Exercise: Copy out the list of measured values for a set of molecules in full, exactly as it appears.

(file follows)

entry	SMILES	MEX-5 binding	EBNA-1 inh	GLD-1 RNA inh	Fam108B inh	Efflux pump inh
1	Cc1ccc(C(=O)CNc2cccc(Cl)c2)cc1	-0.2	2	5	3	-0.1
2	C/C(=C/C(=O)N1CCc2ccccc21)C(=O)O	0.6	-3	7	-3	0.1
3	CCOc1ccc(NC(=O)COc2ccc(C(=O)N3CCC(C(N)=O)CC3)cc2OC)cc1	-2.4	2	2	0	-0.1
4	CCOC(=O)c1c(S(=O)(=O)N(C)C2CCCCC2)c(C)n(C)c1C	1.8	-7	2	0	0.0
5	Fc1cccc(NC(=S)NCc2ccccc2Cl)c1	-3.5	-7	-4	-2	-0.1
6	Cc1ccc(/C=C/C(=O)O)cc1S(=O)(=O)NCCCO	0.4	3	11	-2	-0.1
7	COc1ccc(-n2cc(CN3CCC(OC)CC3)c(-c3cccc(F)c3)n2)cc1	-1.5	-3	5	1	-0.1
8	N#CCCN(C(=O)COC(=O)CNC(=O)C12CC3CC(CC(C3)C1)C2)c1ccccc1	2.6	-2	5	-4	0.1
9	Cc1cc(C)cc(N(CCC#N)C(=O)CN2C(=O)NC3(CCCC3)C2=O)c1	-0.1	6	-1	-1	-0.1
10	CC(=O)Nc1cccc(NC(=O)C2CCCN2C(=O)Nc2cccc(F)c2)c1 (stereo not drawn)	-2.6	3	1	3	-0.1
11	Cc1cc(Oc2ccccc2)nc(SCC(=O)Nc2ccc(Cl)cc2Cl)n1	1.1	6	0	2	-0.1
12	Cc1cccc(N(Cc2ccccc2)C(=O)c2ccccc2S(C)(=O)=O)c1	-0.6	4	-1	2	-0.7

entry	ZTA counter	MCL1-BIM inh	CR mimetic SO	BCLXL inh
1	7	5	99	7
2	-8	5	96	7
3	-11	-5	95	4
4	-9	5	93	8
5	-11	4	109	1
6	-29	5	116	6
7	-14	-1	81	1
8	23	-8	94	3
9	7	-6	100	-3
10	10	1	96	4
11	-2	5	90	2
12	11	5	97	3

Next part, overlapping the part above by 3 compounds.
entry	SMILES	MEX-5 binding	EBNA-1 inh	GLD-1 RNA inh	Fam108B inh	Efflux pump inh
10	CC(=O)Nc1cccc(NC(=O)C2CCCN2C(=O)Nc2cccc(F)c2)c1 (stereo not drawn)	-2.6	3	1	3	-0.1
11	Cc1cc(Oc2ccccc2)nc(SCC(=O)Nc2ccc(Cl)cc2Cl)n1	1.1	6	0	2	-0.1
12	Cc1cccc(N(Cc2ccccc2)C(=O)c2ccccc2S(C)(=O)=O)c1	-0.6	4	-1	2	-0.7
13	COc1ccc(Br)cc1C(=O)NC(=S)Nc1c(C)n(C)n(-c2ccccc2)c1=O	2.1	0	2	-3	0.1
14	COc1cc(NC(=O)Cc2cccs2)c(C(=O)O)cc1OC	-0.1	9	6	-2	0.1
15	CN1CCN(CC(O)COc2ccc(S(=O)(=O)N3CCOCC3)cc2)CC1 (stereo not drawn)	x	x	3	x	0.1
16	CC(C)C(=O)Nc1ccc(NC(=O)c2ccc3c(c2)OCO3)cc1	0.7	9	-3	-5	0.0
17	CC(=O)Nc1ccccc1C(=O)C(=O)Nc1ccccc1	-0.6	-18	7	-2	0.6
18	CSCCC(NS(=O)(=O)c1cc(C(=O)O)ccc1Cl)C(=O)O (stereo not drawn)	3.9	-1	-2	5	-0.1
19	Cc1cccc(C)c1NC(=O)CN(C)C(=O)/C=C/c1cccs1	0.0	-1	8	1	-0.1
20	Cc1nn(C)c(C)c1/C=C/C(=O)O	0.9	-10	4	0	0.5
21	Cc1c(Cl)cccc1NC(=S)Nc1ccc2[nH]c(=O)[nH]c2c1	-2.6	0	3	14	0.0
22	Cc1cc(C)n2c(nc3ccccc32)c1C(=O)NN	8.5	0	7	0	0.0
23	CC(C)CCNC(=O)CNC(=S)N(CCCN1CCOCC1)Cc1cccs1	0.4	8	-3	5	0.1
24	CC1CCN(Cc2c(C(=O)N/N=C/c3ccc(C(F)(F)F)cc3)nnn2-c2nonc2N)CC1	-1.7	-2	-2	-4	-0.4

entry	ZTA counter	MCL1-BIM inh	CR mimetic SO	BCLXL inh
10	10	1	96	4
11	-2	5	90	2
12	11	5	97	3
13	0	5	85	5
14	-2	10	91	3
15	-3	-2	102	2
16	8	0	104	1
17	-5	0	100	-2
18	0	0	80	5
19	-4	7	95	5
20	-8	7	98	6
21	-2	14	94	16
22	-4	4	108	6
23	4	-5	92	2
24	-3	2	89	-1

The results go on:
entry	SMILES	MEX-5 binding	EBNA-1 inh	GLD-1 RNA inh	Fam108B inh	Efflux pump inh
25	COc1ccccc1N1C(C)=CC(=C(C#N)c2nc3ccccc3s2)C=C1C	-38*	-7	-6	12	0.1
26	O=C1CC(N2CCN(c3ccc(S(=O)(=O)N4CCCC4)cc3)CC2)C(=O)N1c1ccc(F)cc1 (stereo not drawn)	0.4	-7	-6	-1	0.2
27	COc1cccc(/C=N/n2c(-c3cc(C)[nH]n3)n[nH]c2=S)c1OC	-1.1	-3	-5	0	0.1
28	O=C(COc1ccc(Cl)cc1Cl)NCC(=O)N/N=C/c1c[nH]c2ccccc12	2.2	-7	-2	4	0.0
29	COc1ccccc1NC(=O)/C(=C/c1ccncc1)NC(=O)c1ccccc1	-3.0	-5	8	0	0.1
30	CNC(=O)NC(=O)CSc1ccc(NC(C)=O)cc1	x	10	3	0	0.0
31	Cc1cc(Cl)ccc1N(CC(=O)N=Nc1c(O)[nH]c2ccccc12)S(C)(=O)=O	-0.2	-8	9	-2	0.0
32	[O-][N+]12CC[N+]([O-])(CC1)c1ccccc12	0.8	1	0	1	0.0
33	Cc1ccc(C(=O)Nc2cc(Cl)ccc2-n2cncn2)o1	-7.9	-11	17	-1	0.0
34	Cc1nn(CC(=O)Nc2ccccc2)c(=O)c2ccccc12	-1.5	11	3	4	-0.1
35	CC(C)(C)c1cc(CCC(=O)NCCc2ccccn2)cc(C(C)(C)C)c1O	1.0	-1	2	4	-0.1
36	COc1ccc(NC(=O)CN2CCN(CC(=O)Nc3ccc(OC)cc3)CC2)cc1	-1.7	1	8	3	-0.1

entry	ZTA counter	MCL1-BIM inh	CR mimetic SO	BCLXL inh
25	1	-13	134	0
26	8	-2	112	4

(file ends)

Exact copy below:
entry	SMILES	MEX-5 binding	EBNA-1 inh	GLD-1 RNA inh	Fam108B inh	Efflux pump inh
1	Cc1ccc(C(=O)CNc2cccc(Cl)c2)cc1	-0.2	2	5	3	-0.1
2	C/C(=C/C(=O)N1CCc2ccccc21)C(=O)O	0.6	-3	7	-3	0.1
3	CCOc1ccc(NC(=O)COc2ccc(C(=O)N3CCC(C(N)=O)CC3)cc2OC)cc1	-2.4	2	2	0	-0.1
4	CCOC(=O)c1c(S(=O)(=O)N(C)C2CCCCC2)c(C)n(C)c1C	1.8	-7	2	0	0.0
5	Fc1cccc(NC(=S)NCc2ccccc2Cl)c1	-3.5	-7	-4	-2	-0.1
6	Cc1ccc(/C=C/C(=O)O)cc1S(=O)(=O)NCCCO	0.4	3	11	-2	-0.1
7	COc1ccc(-n2cc(CN3CCC(OC)CC3)c(-c3cccc(F)c3)n2)cc1	-1.5	-3	5	1	-0.1
8	N#CCCN(C(=O)COC(=O)CNC(=O)C12CC3CC(CC(C3)C1)C2)c1ccccc1	2.6	-2	5	-4	0.1
9	Cc1cc(C)cc(N(CCC#N)C(=O)CN2C(=O)NC3(CCCC3)C2=O)c1	-0.1	6	-1	-1	-0.1
10	CC(=O)Nc1cccc(NC(=O)C2CCCN2C(=O)Nc2cccc(F)c2)c1 (stereo not drawn)	-2.6	3	1	3	-0.1
11	Cc1cc(Oc2ccccc2)nc(SCC(=O)Nc2ccc(Cl)cc2Cl)n1	1.1	6	0	2	-0.1
12	Cc1cccc(N(Cc2ccccc2)C(=O)c2ccccc2S(C)(=O)=O)c1	-0.6	4	-1	2	-0.7

entry	ZTA counter	MCL1-BIM inh	CR mimetic SO	BCLXL inh
1	7	5	99	7
2	-8	5	96	7
3	-11	-5	95	4
4	-9	5	93	8
5	-11	4	109	1
6	-29	5	116	6
7	-14	-1	81	1
8	23	-8	94	3
9	7	-6	100	-3
10	10	1	96	4
11	-2	5	90	2
12	11	5	97	3

Next part, overlapping the part above by 3 compounds.
entry	SMILES	MEX-5 binding	EBNA-1 inh	GLD-1 RNA inh	Fam108B inh	Efflux pump inh
10	CC(=O)Nc1cccc(NC(=O)C2CCCN2C(=O)Nc2cccc(F)c2)c1 (stereo not drawn)	-2.6	3	1	3	-0.1
11	Cc1cc(Oc2ccccc2)nc(SCC(=O)Nc2ccc(Cl)cc2Cl)n1	1.1	6	0	2	-0.1
12	Cc1cccc(N(Cc2ccccc2)C(=O)c2ccccc2S(C)(=O)=O)c1	-0.6	4	-1	2	-0.7
13	COc1ccc(Br)cc1C(=O)NC(=S)Nc1c(C)n(C)n(-c2ccccc2)c1=O	2.1	0	2	-3	0.1
14	COc1cc(NC(=O)Cc2cccs2)c(C(=O)O)cc1OC	-0.1	9	6	-2	0.1
15	CN1CCN(CC(O)COc2ccc(S(=O)(=O)N3CCOCC3)cc2)CC1 (stereo not drawn)	x	x	3	x	0.1
16	CC(C)C(=O)Nc1ccc(NC(=O)c2ccc3c(c2)OCO3)cc1	0.7	9	-3	-5	0.0
17	CC(=O)Nc1ccccc1C(=O)C(=O)Nc1ccccc1	-0.6	-18	7	-2	0.6
18	CSCCC(NS(=O)(=O)c1cc(C(=O)O)ccc1Cl)C(=O)O (stereo not drawn)	3.9	-1	-2	5	-0.1
19	Cc1cccc(C)c1NC(=O)CN(C)C(=O)/C=C/c1cccs1	0.0	-1	8	1	-0.1
20	Cc1nn(C)c(C)c1/C=C/C(=O)O	0.9	-10	4	0	0.5
21	Cc1c(Cl)cccc1NC(=S)Nc1ccc2[nH]c(=O)[nH]c2c1	-2.6	0	3	14	0.0
22	Cc1cc(C)n2c(nc3ccccc32)c1C(=O)NN	8.5	0	7	0	0.0
23	CC(C)CCNC(=O)CNC(=S)N(CCCN1CCOCC1)Cc1cccs1	0.4	8	-3	5	0.1
24	CC1CCN(Cc2c(C(=O)N/N=C/c3ccc(C(F)(F)F)cc3)nnn2-c2nonc2N)CC1	-1.7	-2	-2	-4	-0.4

entry	ZTA counter	MCL1-BIM inh	CR mimetic SO	BCLXL inh
10	10	1	96	4
11	-2	5	90	2
12	11	5	97	3
13	0	5	85	5
14	-2	10	91	3
15	-3	-2	102	2
16	8	0	104	1
17	-5	0	100	-2
18	0	0	80	5
19	-4	7	95	5
20	-8	7	98	6
21	-2	14	94	16
22	-4	4	108	6
23	4	-5	92	2
24	-3	2	89	-1

The results go on:
entry	SMILES	MEX-5 binding	EBNA-1 inh	GLD-1 RNA inh	Fam108B inh	Efflux pump inh
25	COc1ccccc1N1C(C)=CC(=C(C#N)c2nc3ccccc3s2)C=C1C	-38*	-7	-6	12	0.1
26	O=C1CC(N2CCN(c3ccc(S(=O)(=O)N4CCCC4)cc3)CC2)C(=O)N1c1ccc(F)cc1 (stereo not drawn)	0.4	-7	-6	-1	0.2
27	COc1cccc(/C=N/n2c(-c3cc(C)[nH]n3)n[nH]c2=S)c1OC	-1.1	-3	-5	0	0.1
28	O=C(COc1ccc(Cl)cc1Cl)NCC(=O)N/N=C/c1c[nH]c2ccccc12	2.2	-7	-2	4	0.0
29	COc1ccccc1NC(=O)/C(=C/c1ccncc1)NC(=O)c1ccccc1	-3.0	-5	8	0	0.1
30	CNC(=O)NC(=O)CSc1ccc(NC(C)=O)cc1	x	10	3	0	0.0
31	Cc1cc(Cl)ccc1N(CC(=O)N=Nc1c(O)[nH]c2ccccc12)S(C)(=O)=O	-0.2	-8	9	-2	0.0
32	[O-][N+]12CC[N+]([O-])(CC1)c1ccccc12	0.8	1	0	1	0.0
33	Cc1ccc(C(=O)Nc2cc(Cl)ccc2-n2cncn2)o1	-7.9	-11	17	-1	0.0
34	Cc1nn(CC(=O)Nc2ccccc2)c(=O)c2ccccc12	-1.5	11	3	4	-0.1
35	CC(C)(C)c1cc(CCC(=O)NCCc2ccccn2)cc(C(C)(C)C)c1O	1.0	-1	2	4	-0.1
36	COc1ccc(NC(=O)CN2CCN(CC(=O)Nc3ccc(OC)cc3)CC2)cc1	-1.7	1	8	3	-0.1

entry	ZTA counter	MCL1-BIM inh	CR mimetic SO	BCLXL inh
25	1	-13	134	0
26	8	-2	112	4